Also, people's hair looks they they could have conceivably done it themselves. I mean, you know wardrobe got their hands on them, but it LOOKS like they could have done it themselves, as opposed to completely broke people's "disheveled" look making them look like they just spent 3 hours at the salon.

6. While they don't have much in common besides being historical mysteries with a civilian female lead solving crime with a police officer who initially doesn't care for their butting in, I think fans of Miss Fisher's Murder Mysteries might like Victoria Thompson's Gaslight Mysteries.
meganbmoore: (covert affairs: gimme tv)
1. Galavant decided that instead of the miniseries it advertised itself as, it wanted to be an ongoing series instead, and ended with multiple cliffhangers that resulted in it going out with a sizzle instead of a bang. It had a rough start and some bad patches, but overall, I enjoyed it and hope that it does get a second season.

2. The Librarians OTOH, had an excellent end to the first season, and it ends in a way where we aren't left with dangling plotlines and too many unanswered questions if it doesn't get renewed, but that also doesn't make a second season difficult. Anyone who missed that this is by a lot of the same people who did Leverage.

3. How to Get Away With murder, The 100 and Jane the Virgin have all returned from hiatus, and all remain excellent. Empire is also getting better with every episode, and keeps reassuring me that it knows that Cookie winning (either directly or through Jamal) is the only way this can end in a satisfying way.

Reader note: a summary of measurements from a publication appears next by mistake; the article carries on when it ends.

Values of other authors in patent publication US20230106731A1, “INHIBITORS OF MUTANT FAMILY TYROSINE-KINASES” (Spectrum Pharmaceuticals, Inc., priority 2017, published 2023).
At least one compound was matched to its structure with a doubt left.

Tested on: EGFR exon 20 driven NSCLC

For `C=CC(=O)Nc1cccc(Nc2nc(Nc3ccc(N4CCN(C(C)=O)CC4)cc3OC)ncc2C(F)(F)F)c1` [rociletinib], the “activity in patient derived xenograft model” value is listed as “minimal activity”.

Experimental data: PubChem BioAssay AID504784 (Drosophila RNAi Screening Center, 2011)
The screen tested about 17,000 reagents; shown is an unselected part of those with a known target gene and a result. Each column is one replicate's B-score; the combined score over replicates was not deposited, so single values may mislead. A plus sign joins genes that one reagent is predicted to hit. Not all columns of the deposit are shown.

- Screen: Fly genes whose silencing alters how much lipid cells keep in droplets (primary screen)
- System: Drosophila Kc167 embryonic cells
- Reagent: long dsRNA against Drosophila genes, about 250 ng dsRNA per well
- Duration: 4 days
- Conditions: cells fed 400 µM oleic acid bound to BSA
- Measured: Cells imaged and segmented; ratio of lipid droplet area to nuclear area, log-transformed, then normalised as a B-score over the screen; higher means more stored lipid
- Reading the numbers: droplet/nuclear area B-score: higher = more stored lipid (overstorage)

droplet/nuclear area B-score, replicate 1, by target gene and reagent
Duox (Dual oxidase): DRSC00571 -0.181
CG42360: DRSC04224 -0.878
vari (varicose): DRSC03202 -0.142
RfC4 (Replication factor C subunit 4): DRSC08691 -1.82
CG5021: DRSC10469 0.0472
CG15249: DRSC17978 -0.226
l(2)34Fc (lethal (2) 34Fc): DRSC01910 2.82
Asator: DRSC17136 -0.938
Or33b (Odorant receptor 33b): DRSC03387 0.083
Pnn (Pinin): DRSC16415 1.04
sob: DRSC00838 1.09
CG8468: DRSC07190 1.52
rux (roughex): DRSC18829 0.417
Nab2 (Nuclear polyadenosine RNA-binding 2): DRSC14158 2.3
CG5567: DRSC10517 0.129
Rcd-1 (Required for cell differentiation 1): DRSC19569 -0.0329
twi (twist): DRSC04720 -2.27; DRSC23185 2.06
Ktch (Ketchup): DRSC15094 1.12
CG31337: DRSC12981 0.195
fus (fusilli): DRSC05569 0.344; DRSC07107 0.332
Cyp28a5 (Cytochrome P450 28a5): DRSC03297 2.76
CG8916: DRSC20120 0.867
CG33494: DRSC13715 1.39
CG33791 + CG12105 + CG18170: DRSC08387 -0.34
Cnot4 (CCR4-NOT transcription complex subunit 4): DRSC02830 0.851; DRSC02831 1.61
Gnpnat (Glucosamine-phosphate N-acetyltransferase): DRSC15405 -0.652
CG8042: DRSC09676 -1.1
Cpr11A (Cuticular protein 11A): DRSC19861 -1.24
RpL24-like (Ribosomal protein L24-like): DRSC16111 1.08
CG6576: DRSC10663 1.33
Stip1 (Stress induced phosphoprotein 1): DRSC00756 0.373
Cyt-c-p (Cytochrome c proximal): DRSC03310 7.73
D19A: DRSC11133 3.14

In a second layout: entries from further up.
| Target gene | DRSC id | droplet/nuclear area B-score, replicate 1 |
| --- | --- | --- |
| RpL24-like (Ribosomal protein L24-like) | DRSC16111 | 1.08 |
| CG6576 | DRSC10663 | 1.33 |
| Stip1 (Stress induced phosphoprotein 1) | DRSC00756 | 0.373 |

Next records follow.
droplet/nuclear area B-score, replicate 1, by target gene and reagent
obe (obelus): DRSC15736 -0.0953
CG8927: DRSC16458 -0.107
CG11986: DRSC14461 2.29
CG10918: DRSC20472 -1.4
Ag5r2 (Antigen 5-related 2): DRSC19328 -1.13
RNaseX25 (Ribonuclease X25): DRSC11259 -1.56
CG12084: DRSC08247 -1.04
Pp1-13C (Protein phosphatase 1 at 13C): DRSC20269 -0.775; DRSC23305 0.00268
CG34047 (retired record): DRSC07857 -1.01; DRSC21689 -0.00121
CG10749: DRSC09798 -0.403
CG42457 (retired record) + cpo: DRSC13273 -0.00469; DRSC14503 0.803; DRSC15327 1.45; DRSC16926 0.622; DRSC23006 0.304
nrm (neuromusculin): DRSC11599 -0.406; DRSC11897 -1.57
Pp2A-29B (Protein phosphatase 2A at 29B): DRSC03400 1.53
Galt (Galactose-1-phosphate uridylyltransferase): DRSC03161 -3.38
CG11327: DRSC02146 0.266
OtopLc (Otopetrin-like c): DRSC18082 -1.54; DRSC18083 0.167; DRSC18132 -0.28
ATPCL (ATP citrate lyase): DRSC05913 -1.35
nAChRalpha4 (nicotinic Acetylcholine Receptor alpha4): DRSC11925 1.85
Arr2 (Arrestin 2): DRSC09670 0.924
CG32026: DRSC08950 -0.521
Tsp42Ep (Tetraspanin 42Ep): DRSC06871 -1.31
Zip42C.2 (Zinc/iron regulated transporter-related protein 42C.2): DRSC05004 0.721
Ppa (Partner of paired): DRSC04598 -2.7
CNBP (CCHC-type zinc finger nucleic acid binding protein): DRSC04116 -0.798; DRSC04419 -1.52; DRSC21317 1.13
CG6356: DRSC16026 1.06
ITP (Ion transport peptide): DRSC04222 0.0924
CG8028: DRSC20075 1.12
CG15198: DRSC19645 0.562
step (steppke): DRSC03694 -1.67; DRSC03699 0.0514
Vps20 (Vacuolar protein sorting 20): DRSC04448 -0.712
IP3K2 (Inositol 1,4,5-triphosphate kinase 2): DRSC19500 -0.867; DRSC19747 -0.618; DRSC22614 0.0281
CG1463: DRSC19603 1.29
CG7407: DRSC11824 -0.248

4. State of Affairs remains awful, but I keep watching it. Katherine Heigl sometimes looks like she's in actual pain while saying her lines, while Alfre Woodard is sitting there all "I am strong. I am talented. I AM POTUS. I shall conquer this script..."

5. Star Wars: Rebels is still good and is fleshing out the non-Ezra and Kanan characters more. I just grow increasingly fearful that, despite being more kid friendly than The Clone Wars, it's all going to end in blood and tears.

6. Sleepy Hollow is...around, I guess. Aside from the appropriation involved in the Villain of the Week, I enjoyed the latest episode more than I have a number of the episodes this season, but still not as much as I enjoyed season one.

7. Netflix has season 2 of Beauty and the Beast streaming, so i've started watching that from where I left off a while back (Episodes 2.9-onward). I'm really enjoying it, so far, despite the fact that it has the first female character who I've actively disliked in years.
meganbmoore: (covert affairs: gimme tv)